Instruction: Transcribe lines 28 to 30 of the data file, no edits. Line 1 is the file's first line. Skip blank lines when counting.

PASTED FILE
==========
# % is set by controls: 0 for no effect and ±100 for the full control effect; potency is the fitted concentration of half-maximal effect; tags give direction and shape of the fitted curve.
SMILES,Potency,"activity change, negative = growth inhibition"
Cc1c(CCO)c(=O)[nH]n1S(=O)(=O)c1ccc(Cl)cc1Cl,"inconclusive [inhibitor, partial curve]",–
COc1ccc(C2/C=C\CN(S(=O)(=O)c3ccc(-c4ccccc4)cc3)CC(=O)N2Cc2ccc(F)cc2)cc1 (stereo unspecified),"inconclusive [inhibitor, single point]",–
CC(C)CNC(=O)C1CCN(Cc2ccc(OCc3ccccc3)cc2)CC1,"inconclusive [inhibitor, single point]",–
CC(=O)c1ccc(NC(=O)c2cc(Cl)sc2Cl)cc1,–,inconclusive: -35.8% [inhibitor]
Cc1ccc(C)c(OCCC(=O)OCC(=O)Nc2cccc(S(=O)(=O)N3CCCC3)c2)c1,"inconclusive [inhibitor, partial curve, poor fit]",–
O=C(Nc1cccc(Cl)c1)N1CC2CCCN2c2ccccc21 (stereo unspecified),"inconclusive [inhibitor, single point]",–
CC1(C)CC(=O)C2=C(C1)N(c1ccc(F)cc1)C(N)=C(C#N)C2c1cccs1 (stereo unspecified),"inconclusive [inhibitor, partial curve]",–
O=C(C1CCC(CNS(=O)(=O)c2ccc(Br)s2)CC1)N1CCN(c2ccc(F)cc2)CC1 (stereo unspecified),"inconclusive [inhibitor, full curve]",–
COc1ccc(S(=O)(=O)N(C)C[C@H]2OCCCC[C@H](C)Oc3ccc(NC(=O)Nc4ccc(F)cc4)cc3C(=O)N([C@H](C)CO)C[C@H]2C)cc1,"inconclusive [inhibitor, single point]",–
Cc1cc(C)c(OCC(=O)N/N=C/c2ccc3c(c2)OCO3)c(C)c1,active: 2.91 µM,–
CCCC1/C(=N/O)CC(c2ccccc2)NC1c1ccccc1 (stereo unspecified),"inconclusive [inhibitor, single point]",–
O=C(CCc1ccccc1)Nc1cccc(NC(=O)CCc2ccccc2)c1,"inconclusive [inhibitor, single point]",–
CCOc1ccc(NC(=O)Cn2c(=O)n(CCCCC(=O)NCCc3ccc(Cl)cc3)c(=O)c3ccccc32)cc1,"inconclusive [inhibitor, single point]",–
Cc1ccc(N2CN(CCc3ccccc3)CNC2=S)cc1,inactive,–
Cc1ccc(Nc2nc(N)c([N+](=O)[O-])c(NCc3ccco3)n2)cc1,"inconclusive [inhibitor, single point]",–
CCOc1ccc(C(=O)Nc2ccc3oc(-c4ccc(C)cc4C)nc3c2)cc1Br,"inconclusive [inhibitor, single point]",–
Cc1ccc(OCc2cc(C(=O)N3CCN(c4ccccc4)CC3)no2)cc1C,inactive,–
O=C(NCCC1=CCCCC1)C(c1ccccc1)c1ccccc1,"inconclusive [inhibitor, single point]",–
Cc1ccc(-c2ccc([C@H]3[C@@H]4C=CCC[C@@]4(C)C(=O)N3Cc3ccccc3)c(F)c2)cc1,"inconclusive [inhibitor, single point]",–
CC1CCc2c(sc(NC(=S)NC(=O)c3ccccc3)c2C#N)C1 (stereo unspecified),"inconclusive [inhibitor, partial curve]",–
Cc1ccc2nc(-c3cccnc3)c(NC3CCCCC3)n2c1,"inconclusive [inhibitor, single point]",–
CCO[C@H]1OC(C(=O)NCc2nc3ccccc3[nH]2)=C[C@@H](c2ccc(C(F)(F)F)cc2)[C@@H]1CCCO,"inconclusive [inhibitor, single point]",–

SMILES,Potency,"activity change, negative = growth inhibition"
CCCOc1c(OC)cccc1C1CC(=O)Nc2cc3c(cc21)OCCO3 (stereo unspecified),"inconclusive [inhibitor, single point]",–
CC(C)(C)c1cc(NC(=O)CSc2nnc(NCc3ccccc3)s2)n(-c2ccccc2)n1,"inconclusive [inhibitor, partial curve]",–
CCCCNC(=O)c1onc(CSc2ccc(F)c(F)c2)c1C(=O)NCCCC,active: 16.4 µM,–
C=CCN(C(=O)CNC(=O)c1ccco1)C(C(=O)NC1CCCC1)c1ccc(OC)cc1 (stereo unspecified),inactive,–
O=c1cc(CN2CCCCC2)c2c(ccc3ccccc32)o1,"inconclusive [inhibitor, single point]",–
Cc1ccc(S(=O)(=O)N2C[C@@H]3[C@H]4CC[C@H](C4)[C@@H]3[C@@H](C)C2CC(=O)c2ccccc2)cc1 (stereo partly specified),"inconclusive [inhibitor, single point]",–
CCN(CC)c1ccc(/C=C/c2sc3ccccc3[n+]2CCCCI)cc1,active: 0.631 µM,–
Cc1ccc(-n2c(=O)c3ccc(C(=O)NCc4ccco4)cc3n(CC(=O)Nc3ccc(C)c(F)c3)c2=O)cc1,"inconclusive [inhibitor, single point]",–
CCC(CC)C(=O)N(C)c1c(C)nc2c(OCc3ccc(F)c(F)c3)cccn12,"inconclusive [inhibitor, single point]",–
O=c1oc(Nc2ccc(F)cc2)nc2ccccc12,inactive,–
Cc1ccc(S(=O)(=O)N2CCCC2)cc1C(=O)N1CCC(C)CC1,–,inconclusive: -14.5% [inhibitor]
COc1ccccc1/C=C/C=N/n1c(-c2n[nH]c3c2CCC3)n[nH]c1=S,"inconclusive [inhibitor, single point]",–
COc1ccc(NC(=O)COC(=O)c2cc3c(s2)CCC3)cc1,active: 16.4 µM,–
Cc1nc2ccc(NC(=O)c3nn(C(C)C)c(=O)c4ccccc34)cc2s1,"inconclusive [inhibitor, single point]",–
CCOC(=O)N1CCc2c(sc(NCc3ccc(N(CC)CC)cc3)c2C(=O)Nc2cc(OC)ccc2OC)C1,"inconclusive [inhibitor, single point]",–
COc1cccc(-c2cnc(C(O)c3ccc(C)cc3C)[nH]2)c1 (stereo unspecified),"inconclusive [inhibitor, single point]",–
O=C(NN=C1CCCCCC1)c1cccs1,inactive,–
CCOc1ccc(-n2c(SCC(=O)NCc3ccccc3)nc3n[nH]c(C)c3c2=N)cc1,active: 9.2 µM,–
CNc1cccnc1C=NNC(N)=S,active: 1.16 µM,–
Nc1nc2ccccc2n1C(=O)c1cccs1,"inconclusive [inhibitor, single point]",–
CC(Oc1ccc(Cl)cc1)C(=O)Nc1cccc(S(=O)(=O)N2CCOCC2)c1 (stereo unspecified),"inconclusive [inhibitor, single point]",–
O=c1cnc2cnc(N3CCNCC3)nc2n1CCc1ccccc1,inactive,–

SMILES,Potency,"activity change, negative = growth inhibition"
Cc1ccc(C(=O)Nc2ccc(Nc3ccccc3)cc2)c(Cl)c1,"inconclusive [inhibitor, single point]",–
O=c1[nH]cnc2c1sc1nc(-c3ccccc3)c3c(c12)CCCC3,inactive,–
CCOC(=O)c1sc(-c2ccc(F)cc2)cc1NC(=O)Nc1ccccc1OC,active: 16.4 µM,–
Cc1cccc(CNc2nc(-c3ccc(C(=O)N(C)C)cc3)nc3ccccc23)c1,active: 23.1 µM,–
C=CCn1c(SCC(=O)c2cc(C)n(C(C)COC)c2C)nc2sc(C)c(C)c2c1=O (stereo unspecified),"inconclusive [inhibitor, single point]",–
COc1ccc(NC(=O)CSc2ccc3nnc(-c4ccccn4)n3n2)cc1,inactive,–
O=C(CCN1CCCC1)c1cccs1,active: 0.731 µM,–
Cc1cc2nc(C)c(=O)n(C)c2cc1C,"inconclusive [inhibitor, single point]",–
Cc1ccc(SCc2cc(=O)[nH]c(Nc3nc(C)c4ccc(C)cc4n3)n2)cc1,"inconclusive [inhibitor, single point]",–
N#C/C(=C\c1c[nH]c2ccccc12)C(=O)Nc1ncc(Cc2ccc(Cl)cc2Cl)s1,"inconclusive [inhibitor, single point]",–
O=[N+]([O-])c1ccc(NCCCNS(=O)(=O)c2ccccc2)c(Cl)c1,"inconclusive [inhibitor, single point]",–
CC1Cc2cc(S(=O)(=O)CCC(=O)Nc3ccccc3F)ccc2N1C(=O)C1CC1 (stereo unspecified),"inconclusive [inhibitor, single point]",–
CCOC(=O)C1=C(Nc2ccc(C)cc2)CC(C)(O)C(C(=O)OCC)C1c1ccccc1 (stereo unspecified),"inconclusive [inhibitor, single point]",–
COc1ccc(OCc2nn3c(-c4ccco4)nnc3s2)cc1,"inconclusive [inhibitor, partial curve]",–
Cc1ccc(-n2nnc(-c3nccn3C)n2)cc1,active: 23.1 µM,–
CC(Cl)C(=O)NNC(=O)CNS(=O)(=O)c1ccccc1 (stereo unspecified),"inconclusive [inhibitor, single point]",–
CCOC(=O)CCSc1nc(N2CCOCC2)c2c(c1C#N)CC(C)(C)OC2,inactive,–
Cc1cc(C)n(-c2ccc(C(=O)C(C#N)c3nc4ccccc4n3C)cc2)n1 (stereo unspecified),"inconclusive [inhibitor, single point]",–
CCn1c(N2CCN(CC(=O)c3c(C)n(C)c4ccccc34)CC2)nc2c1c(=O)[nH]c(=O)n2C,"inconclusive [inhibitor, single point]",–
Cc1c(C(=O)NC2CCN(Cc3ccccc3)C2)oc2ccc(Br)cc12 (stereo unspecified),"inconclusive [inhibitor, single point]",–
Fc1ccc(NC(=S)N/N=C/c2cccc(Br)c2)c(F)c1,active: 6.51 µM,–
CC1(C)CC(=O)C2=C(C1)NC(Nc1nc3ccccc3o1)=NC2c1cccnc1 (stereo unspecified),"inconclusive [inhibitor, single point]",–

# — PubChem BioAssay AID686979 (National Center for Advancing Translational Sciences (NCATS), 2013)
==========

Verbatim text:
CCCCNC(=O)c1onc(CSc2ccc(F)c(F)c2)c1C(=O)NCCCC,active: 16.4 µM,–
C=CCN(C(=O)CNC(=O)c1ccco1)C(C(=O)NC1CCCC1)c1ccc(OC)cc1 (stereo unspecified),inactive,–
O=c1cc(CN2CCCCC2)c2c(ccc3ccccc32)o1,"inconclusive [inhibitor, single point]",–